The DoT along with the Tourism Guides Association (TGA) and FRS Tours & Travels, launched the circuit on Sunday and it will continue till August 17.
“The initiative has garnered a good response and it will improve over the next three days,” said an excited TGA President Farhan Shaikh, terming it as a ‘must visit’ for lovers of history desiring to peep into some glorious aspects in the struggle for the country’s Freedom from British Rule in Mumbai.
The circuit covers: Rajgruha, Raghavji Road, August Kranti Maidan, Gokuldas Tejpal Sanskrit Pathshala, Ajit Villa, Mani Bhavan, Girgaum Chowpatty, Imperial Cinema, Sardar Gruha, Asiatic Library and the Gateway of India, all in south Mumbai, said Shaikh.
Gokuldas Tejpal Sanskrit Pathshala is the place where the foundations of the ‘Indian National Congress’ were laid in 1885, making it one of the most important aspects of the entire Freedom Struggle that started with the First War of Independence in 1857.
Rajgruha in Dadar was the residence of the Chief Architect of Indian Constitution, Dr. B. R. Ambedkar, where he spent many years.
Raghavji Road was the home of the legendary Yusuf Meherally who came up with the most iconic slogans of the freedom movement like ‘Quit India’ and ‘Simon Go Back’, which are remembered even today.
Ajit Villa was one of the locations of ‘Secret Congress Radio’ launched by a fiesty 22-year-old girl, Usha Mehta in mid-August 1942, just five days after Mahatma Gandhi’s historic ‘Quit India’ call to the British.
The Imperial Cinema with its lush gardens was the venue for ‘The First Satyagraha’ and the maiden meeting between Mahatma Gandhi and Mohammed Ali Jinnah, later the Founder of Pakistan.
Gowalia Tank, now August Kranti Maidan enjoys a special place in Indian history as the venue from where Gandhiji and other top Congress leaders gave the ultimatum to the British Raj with the ‘Quit India’ call on August 8, 1942, plus hoisted the Tricolour for the first time.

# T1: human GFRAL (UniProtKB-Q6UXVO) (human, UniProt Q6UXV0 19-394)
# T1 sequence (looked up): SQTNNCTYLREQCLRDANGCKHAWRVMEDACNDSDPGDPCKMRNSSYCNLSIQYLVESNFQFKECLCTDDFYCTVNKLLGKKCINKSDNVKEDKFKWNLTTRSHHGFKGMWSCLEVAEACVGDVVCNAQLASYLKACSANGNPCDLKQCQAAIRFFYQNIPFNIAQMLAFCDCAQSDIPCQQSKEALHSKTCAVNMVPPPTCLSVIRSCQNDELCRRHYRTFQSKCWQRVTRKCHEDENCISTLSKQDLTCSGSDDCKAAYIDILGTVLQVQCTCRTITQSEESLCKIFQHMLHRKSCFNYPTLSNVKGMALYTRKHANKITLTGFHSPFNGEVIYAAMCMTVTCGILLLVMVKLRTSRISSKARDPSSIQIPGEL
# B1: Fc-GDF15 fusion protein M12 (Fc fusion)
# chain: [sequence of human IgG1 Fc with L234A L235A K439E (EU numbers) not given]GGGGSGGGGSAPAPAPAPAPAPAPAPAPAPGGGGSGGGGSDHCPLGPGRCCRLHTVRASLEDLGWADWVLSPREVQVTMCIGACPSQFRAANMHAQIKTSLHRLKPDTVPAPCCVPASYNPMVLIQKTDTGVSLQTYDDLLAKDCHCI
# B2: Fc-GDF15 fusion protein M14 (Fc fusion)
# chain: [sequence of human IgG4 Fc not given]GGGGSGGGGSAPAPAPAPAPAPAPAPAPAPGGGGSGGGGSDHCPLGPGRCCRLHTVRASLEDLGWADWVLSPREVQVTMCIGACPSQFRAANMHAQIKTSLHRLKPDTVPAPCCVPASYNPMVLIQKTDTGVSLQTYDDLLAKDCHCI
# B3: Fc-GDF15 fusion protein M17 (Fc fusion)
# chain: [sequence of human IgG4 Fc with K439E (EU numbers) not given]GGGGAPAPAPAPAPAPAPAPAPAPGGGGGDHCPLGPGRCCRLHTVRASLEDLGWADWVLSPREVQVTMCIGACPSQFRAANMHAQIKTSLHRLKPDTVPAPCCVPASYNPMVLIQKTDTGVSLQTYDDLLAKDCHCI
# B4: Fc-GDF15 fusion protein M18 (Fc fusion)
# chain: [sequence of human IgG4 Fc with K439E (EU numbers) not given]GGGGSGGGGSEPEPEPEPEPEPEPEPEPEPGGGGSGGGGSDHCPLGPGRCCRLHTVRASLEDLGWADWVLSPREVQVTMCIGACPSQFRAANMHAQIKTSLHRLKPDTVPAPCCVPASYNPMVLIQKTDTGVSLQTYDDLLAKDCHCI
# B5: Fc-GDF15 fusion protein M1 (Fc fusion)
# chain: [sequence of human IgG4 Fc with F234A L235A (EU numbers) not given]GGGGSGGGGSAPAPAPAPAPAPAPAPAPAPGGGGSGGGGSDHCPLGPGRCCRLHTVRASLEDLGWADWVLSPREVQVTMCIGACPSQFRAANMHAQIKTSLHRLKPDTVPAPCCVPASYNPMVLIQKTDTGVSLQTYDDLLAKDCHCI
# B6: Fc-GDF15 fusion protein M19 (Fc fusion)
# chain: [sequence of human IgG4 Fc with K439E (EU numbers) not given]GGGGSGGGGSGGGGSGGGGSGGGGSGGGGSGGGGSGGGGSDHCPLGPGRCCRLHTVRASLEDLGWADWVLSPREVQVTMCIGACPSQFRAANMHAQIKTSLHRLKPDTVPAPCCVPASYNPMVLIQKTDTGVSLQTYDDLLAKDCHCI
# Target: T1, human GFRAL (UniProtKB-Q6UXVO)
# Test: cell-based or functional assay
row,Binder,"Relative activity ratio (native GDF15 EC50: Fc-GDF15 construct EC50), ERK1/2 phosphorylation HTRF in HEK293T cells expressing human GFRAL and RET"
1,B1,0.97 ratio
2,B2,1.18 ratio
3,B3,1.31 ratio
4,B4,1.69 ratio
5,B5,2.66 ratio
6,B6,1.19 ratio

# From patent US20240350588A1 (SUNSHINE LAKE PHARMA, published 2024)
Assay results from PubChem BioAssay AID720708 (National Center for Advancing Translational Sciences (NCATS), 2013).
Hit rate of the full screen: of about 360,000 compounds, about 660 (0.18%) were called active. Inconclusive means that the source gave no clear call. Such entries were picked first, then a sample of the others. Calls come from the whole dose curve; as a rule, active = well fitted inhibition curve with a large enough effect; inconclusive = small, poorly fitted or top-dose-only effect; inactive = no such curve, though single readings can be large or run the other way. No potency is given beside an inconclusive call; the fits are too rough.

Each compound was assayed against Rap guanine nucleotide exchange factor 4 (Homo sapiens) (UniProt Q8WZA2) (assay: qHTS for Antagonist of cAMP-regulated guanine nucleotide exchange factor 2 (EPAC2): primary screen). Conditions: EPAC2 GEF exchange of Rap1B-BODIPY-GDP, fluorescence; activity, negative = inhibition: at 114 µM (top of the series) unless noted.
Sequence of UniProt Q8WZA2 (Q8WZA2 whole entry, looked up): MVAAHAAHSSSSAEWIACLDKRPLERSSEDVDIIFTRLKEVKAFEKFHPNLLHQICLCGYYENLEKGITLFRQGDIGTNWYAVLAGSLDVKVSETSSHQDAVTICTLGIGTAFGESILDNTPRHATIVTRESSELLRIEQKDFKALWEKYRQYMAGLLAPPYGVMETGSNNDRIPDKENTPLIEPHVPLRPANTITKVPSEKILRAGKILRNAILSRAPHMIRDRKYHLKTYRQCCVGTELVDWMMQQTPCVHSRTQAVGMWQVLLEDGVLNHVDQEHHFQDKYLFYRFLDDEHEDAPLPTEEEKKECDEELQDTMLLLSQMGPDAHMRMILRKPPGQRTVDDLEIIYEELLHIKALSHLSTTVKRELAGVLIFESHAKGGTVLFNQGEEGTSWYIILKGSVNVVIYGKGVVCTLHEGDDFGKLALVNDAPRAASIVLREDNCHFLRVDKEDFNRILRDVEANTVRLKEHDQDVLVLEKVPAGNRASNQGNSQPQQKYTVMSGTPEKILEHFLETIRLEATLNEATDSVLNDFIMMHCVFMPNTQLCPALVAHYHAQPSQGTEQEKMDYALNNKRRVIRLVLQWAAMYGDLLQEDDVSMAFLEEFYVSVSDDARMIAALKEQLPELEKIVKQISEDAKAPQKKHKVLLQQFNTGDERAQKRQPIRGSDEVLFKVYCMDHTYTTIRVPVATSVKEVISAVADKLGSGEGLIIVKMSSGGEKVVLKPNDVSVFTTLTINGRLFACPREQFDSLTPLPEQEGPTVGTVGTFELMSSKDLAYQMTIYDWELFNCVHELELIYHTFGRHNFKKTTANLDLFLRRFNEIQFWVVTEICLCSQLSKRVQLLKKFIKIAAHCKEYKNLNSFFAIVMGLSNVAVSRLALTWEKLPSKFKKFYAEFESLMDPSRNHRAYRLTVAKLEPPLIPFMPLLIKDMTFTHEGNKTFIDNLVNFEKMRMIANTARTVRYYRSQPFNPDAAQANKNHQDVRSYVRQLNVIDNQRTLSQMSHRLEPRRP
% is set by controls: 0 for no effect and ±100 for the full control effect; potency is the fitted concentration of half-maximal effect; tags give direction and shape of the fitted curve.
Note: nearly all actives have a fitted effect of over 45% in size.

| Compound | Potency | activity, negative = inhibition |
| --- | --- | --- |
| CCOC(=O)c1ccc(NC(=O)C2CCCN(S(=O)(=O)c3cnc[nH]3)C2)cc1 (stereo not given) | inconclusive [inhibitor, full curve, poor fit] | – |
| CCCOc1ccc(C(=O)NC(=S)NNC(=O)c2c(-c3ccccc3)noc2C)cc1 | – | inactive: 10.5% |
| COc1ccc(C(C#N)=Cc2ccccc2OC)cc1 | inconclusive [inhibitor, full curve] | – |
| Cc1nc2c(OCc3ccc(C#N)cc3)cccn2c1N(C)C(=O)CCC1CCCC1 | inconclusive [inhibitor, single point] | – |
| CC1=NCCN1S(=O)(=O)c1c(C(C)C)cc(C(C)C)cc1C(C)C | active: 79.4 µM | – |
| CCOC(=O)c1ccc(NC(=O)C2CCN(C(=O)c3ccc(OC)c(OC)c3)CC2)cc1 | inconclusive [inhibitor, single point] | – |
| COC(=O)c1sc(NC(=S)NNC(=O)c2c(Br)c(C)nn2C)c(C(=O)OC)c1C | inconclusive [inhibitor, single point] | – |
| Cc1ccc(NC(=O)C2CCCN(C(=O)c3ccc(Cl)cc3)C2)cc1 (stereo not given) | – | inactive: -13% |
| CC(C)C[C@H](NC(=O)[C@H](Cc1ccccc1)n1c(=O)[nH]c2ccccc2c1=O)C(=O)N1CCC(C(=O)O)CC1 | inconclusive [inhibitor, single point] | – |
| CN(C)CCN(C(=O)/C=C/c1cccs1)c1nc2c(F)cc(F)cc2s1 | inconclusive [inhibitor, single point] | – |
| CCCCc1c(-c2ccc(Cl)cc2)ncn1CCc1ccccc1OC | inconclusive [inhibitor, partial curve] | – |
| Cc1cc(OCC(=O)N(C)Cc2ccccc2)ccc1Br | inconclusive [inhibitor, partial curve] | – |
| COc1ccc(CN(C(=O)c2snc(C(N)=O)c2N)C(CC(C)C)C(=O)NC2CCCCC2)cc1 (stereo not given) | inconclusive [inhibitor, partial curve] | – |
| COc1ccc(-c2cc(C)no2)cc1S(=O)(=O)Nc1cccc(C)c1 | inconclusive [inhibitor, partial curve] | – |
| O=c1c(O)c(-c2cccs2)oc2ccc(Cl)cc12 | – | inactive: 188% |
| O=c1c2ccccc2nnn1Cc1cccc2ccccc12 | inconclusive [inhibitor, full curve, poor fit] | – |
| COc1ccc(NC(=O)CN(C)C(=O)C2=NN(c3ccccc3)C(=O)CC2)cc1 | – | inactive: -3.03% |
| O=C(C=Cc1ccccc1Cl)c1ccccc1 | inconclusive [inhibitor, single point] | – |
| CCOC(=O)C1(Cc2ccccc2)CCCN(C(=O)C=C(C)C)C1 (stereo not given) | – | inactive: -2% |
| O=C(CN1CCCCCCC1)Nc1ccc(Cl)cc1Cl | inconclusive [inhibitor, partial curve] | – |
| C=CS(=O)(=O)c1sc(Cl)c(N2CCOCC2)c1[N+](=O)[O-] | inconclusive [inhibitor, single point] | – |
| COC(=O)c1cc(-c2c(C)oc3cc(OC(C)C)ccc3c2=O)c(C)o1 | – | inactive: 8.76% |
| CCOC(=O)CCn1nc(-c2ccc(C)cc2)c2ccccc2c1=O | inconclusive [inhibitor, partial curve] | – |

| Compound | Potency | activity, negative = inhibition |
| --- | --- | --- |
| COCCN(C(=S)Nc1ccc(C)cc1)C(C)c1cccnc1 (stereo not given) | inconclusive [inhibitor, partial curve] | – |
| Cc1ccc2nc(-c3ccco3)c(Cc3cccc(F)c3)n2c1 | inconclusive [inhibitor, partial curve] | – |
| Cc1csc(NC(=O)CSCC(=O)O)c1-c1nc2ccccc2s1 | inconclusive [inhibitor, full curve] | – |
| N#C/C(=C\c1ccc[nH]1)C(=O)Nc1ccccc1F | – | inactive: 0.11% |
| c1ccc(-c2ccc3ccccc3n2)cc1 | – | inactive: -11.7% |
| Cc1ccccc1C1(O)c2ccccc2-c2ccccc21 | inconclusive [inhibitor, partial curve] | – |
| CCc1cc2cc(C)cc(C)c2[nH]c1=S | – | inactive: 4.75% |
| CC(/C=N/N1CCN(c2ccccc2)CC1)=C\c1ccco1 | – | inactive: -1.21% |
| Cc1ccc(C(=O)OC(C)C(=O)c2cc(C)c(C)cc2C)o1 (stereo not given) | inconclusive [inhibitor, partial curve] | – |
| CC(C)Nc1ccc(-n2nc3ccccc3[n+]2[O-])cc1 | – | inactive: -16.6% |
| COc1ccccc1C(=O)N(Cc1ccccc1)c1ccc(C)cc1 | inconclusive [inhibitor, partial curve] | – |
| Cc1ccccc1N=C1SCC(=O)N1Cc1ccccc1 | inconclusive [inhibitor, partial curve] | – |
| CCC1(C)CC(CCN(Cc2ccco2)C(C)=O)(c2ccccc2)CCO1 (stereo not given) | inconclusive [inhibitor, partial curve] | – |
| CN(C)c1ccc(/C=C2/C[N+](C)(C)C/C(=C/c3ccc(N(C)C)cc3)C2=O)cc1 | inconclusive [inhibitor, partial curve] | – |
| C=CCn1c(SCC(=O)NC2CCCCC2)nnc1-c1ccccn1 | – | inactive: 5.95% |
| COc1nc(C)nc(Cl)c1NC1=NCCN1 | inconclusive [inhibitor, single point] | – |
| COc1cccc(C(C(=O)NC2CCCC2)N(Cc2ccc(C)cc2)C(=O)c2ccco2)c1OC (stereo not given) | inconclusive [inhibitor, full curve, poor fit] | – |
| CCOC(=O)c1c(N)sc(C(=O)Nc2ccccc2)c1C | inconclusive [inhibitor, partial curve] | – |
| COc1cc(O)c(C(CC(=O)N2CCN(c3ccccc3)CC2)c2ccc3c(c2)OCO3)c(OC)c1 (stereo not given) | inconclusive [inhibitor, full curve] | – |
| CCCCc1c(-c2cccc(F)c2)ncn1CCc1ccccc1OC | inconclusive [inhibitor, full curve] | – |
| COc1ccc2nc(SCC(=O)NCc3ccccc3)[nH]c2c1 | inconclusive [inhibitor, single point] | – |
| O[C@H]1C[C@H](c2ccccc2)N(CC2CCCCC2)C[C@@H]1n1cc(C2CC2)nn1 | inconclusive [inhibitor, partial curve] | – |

Most of the top leaders were arrested from there but the struggle fructified exactly five years later, when, on August 15, 1947, India got Independence.
Sardargruha was the abode of Bal Gangadhar Lokmanya Tilak who lived in Room No. 198 on the 4th floor during his visits to Mumbai from Pune, and also the place where he spent the last few years of his life till his death on August 1, 1920.
Girgaum Chowpatty is the venue where Tilak was accorded a public funeral with over two lakhs paying their last respects.
The Freedom history is also closely entwined with Mani Bhavan, or Gandhi Museum, where Gandhiji had strategized many of his struggles, like ‘Non-Cooperation Movement’ (1920-1922), ‘Satyagraha’, ‘Khadi Movement’ (taking forward the Swadeshi Movement of 1903 on a mass-scale), ‘Khilafat Movement’ (1919-1922), etc.
The imposing Gateway of India is the monument from where the last British regiment marched out after the country gained Independence on August 15, 1947.
Shaikh said that the tour is of 4-5 hours each in two batches daily, with a fee of Rs 1,000/head, including all entry tickets, snacks pack, touring in airconditioned bus and a tourism guide.